"My crew chief Rodney Childers is a big part of the picture, but I've got guys that have been with me since my Truck Series days," Reutimann said. "Actually, Dwayne Bigger was with me over at NEMCO when I got my chance to race in the Nationwide Series. Travis Stock and Nathan Kennedy have been with me since the beginning it seems like. Those guys work awful hard and it's not just them. The pit stops are really good and the guys back at the fab shop are doing a phenomenal job. Britt Caulder, who works in the fab shop, is another guy that was with me in the Truck Series and so was Jim Peterson. Also, I have a great car chief. Steve Channing and I were thrown together last year with a new crew chief and he's done a really good job. He's kind of quite like me, but he gets the job done and does an excellent job."

Reutimann has a lot of faith in his team to their continue momentum and ultimately vie for a win this season.

"I love my guys and I wouldn't trade one of my guys for anyone on pit road," Reutimann said. "That means I don't care what team they are with. I've got a lot of core guys that believe in me and are still with me. It's so good to go around and see those familiar faces. Right now, I've got the guys I need around me that I feel like I can win races. I'm very competitive and so are all of my guys."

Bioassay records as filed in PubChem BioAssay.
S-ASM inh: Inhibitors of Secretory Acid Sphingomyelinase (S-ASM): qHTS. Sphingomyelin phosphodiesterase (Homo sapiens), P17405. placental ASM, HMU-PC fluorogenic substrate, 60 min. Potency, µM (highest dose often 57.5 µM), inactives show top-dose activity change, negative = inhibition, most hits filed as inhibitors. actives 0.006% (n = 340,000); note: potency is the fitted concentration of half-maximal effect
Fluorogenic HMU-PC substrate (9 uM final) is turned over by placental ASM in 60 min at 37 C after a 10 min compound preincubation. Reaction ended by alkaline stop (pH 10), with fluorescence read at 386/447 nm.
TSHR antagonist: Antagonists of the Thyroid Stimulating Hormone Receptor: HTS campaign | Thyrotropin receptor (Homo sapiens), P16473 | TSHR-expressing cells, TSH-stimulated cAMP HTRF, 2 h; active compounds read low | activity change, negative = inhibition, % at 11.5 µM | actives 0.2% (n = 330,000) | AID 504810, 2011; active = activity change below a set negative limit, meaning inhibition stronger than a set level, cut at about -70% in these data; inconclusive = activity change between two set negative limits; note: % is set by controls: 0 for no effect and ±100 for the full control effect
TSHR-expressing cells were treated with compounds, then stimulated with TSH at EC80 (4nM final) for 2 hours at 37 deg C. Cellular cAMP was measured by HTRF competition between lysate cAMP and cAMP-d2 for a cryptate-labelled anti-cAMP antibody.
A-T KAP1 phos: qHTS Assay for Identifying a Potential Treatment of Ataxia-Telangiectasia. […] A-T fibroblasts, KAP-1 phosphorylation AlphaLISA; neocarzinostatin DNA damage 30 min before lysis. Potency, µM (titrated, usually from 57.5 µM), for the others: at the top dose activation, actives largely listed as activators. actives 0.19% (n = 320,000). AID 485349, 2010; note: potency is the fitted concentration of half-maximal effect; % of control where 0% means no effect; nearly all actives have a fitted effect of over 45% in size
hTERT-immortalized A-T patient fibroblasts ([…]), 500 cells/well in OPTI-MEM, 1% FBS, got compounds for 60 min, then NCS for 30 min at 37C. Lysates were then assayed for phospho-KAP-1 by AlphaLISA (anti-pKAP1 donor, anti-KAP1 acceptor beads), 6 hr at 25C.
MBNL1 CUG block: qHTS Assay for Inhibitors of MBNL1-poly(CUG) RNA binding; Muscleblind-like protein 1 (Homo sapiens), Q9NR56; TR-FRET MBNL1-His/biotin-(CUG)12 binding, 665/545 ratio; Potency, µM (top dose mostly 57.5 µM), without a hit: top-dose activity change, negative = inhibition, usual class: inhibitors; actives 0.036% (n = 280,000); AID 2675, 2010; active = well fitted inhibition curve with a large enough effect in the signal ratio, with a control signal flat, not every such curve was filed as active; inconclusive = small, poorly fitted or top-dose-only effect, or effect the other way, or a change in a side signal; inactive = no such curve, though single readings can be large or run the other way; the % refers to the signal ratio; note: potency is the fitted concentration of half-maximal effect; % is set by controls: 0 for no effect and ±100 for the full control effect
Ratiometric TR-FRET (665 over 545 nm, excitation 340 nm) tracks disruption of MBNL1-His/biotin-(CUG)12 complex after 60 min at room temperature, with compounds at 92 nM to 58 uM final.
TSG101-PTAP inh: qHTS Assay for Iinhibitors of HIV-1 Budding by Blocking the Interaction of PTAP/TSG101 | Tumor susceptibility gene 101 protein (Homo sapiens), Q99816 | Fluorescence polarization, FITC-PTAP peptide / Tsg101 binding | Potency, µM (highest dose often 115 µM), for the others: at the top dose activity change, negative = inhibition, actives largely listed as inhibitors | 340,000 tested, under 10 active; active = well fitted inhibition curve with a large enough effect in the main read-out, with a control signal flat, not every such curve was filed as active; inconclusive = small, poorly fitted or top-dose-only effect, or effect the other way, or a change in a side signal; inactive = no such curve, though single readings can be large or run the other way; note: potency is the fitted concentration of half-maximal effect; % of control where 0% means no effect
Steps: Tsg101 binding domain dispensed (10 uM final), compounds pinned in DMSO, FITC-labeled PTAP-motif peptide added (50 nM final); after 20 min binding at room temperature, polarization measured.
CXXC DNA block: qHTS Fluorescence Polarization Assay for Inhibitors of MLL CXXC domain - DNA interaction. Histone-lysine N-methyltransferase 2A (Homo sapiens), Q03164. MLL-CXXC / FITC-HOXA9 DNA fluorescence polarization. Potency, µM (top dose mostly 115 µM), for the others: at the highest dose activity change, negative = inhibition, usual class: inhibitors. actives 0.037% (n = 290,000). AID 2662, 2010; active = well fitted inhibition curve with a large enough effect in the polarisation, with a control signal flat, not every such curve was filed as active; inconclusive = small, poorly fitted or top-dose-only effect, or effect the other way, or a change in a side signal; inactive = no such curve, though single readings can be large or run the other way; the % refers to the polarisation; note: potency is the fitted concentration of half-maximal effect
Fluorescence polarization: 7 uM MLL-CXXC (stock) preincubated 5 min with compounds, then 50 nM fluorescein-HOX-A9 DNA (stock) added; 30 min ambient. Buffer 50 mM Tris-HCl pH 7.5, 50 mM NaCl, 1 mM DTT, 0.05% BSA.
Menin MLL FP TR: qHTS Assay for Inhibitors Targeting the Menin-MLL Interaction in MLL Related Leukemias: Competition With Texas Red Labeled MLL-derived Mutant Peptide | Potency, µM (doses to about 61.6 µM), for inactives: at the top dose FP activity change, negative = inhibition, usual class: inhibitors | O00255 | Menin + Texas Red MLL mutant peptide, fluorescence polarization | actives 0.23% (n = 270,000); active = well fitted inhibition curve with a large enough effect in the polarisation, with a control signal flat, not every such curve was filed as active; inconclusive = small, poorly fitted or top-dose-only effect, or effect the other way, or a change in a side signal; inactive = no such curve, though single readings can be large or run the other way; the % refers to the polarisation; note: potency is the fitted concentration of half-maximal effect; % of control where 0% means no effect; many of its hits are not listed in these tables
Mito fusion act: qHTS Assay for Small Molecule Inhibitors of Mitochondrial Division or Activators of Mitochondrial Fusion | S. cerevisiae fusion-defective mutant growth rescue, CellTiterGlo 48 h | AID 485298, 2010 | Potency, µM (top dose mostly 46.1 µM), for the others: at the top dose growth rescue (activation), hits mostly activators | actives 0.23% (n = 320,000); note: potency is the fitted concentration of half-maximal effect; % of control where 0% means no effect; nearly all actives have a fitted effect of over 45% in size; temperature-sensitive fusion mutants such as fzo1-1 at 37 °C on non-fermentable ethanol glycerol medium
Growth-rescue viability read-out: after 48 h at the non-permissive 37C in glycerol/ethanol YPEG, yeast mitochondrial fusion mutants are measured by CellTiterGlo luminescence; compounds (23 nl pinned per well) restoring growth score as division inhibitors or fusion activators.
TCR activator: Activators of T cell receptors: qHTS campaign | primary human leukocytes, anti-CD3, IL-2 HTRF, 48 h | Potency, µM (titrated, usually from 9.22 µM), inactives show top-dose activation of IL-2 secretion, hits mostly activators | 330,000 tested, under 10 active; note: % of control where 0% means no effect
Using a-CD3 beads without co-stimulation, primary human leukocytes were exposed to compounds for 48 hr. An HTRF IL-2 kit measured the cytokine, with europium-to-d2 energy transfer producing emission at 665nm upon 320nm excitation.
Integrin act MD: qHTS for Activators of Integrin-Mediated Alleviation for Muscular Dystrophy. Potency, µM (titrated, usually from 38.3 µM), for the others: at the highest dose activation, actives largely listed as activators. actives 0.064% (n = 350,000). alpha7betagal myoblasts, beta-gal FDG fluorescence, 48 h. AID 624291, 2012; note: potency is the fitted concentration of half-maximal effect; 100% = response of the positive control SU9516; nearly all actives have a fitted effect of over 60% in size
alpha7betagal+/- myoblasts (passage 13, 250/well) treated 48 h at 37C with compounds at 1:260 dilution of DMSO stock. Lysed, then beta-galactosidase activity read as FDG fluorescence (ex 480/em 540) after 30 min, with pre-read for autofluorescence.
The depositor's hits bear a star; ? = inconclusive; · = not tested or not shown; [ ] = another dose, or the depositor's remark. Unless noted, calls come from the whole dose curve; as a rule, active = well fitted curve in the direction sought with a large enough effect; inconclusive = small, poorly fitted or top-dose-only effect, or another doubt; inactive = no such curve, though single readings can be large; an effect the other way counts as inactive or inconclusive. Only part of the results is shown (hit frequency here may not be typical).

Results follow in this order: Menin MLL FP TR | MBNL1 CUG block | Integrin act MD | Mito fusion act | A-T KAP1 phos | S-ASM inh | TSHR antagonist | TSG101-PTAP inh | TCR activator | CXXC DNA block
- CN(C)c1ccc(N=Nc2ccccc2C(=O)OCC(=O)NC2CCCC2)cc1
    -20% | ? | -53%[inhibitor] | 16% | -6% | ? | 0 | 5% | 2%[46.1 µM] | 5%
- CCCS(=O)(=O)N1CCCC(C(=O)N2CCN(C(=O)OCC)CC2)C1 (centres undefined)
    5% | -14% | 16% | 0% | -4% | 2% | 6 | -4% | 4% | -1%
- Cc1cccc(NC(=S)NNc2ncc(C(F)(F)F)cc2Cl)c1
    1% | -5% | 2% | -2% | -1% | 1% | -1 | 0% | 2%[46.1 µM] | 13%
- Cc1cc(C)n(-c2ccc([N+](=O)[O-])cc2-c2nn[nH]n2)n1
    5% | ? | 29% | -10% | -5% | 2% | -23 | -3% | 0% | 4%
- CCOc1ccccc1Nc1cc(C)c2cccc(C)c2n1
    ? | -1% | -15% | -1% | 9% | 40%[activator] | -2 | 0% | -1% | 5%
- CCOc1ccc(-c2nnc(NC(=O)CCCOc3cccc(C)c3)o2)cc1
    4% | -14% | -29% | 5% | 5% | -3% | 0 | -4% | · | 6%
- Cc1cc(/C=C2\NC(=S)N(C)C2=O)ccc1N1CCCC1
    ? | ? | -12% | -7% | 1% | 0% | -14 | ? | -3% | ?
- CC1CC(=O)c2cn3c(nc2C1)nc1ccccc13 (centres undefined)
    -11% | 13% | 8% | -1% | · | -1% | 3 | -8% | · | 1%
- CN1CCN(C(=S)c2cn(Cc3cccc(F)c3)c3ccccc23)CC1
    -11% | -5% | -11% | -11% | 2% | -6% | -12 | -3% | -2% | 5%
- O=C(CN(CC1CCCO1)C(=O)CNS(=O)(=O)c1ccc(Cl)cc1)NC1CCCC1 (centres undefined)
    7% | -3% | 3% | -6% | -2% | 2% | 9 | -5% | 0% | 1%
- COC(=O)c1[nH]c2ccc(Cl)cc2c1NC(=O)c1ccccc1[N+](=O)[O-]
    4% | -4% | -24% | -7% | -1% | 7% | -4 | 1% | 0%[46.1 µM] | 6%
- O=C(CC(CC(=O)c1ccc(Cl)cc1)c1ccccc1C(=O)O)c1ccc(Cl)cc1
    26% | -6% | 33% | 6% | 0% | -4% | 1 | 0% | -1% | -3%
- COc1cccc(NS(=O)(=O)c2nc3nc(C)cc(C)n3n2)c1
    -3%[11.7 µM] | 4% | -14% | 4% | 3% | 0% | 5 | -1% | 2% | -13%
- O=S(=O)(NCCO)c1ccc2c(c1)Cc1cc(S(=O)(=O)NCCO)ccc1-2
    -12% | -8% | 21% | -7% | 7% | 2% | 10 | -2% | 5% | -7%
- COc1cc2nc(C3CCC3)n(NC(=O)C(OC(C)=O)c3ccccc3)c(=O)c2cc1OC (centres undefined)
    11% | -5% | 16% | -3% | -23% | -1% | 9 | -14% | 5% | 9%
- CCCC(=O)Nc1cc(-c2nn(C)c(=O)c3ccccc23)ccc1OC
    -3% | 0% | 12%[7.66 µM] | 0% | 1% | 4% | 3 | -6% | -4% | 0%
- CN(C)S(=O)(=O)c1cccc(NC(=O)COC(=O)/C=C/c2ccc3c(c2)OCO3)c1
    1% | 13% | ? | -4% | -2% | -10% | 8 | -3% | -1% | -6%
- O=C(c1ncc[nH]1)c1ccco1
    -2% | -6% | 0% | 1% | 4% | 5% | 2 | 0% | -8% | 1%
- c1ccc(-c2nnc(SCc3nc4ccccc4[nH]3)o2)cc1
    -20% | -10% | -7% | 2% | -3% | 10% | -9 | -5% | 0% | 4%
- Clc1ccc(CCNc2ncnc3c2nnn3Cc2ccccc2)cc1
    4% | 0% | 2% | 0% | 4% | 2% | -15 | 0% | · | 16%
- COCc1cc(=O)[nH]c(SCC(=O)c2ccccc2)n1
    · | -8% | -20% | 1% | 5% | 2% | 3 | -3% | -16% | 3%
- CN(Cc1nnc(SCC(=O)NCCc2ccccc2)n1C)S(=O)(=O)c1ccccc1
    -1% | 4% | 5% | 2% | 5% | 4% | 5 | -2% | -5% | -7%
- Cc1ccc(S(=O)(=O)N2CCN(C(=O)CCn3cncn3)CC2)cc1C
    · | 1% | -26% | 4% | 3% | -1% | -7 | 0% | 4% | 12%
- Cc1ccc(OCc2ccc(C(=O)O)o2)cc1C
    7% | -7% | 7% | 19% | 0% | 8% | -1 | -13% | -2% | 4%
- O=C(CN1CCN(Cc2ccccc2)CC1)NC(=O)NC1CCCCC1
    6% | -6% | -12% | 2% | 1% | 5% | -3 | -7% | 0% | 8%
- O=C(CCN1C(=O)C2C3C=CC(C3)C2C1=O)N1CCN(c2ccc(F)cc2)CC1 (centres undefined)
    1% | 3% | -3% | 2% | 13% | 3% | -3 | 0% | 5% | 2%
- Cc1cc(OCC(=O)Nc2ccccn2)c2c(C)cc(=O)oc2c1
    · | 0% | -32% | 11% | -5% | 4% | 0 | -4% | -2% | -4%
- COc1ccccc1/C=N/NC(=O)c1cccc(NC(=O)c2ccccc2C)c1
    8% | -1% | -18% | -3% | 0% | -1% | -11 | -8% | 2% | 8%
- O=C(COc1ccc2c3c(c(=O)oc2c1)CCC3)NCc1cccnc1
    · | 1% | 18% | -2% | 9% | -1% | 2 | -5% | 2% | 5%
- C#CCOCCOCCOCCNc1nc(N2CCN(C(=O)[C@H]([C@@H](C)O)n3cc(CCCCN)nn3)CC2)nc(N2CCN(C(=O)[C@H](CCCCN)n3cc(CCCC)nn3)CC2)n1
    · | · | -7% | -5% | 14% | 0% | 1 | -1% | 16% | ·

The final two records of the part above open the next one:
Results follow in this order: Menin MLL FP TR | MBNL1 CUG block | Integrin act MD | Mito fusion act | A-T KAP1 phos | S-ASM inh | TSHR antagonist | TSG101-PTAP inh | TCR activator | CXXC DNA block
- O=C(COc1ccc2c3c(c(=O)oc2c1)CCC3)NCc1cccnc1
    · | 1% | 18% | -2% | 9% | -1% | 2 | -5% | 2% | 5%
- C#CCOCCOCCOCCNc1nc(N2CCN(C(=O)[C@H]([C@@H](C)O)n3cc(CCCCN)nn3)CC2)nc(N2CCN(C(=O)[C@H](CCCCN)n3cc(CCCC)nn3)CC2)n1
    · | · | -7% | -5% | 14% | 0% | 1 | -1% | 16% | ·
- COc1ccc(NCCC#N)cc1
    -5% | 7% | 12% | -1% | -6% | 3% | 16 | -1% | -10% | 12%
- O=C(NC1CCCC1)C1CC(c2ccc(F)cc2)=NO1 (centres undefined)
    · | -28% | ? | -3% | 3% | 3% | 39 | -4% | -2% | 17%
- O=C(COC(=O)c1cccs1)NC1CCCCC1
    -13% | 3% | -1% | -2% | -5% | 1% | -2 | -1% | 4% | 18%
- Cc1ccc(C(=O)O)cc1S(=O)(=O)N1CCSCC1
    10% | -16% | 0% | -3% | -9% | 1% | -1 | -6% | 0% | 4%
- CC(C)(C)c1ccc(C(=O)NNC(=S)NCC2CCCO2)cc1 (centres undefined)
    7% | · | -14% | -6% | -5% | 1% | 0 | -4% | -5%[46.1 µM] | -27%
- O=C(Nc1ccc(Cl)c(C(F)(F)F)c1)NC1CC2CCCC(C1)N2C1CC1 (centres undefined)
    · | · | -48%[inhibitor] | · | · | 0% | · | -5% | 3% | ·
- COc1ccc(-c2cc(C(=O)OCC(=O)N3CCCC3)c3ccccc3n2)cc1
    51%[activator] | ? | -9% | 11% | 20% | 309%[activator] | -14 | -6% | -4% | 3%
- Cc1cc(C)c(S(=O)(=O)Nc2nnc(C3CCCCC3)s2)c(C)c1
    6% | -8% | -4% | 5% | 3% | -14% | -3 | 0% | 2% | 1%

As competitive as Reutimann is, there are times where he is humbled. Just like he has worked hard for the respect of his team members, he has done the same to earn the respect of his fellow competitors. He is the first to admit he makes mistakes. But, when he makes a mistake, he doesn't waste time trying to rectify the situation at hand.

"I wrecked Ryan Newman at Daytona (during the second Gatorade Duel qualifying race) and I still feel horrible about the mistake," Reutimann said. "I felt I lost respect in the eyes of my fellow competitors, which was something I worked hard at gaining. I found Ryan after it happened and told him that I was sorry. I know it didn't change anything or fix his wrecked car, but he needed to know from me in person what happened and how sorry I was."

"I couldn't find Tony (Stewart) so I sent him a text," Reutimann continued. "He's always been an exceptional guy to me. I've gone to him for advice multiple times and he's been one of the coolest guys in the garage area. I felt bad because he was the team owner and it was going to cost him money. Tony being Tony, he said no problem that he would send me an invoice for the car and to give him my address. I texted my home address to him. At that time if he would have sent me an invoice, I would have paid for it. Then he texted me back and I knew he was only kidding and that I needed to relax. He had a lot of nice things to say. I have a tremendous amount of respect for Ryan and Tony. It was important for me to let those guys know that day that I didn't wreck their car intentionally."

-credit: mwr

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About this article
Series NASCAR Sprint Cup
Drivers Darrell Waltrip , Ryan Newman , David Reutimann